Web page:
R. Tarfon said: by Divine Service, if there is anyone in this generation who knows how to administer rebuke. R. Elazar Ben Azaria said: By Divine Service, if there is anyone in this generation who knows how to receive rebuke. R. Akiva said: By Divine Service, if there is anyone in this generation who knows how rebuke is given. R. Yochanan ben Zakkai said: I bring Heaven and Earth into witness that that R. Akiva was flogged more than 4 and 5 times through me by R. Gamliel, that I complained about him, so much was I certain that he would love me even more.

The Sifra's explanation keeps a proper balance between concern for one's neighbor and one's own proper spiritual welfare. Unlike the explanations offered by non-canonical writings, it is consistent with the context by keeping the focus on the rebuker, the one referred to throughout the surrounding verses as "thou". In this it is a much superior explanation on the level of pshat.

Consideration of how non-canonical works handled exegetical concerns enables us to throw the Midrashic comments into sharper relief and to appreciate how Tannaim offered a comprehensive, more satisfying, and therefore more "true" interpretation than their contemporaries who did not have access to or rejected the Oral Law.

1 Works that were a part of the Septuagint and consequently of Vulgate and accepted as canonical by the Catholic Church.

2 Works attributed to Bibilcal characters and preserved by Eastern or Ehtiopian Churches in Amharic, Slavonic or Syriac versions.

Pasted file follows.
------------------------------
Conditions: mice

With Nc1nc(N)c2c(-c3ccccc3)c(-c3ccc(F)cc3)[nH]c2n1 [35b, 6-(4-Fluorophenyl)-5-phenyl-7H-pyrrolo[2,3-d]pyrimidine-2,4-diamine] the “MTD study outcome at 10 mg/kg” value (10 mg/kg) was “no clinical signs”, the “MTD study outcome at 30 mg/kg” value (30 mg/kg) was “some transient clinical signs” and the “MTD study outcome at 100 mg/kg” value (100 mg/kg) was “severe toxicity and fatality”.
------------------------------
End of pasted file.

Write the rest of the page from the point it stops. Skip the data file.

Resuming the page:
3 An example is the book of Susanna which casts aspersion on the "elders" and also portrays the process of cross examination that is against halakha (contradictions in testimony revealed by cross examination of bedikos are ground for applying the law of premeditated false witness (zomamim), sig. Professor Sid Leiman.

4 Cited by Ramban in the Introduction to his Torah commentary.

5 See Sanhedrin 101a.

6 Most references are taken from J. Kugel's, In Potiphar's House, Harvard U. Press, 1990

7 The connection between hidden hatred and verbal deceit is drawn in other Biblical books, for example, Proverbs 25:9-10, 26:24-25 and 10:18

8 The use of terms 'brother' and 'neighbor' supports the contention that both these passages have the Leviticus passage in mind.

9 The Ramban ad. loc. offers an explanation that incorporates both these ideas.

10 This statement of R, Akiva appears to be a reaction to the disagreement between RT. Tarfon and R. Eliezer. R. Akiva notes that the two Sages disagree about rebuke and points out the obvious fact that there is no one in his generation who understands the parameters of giving rebuke.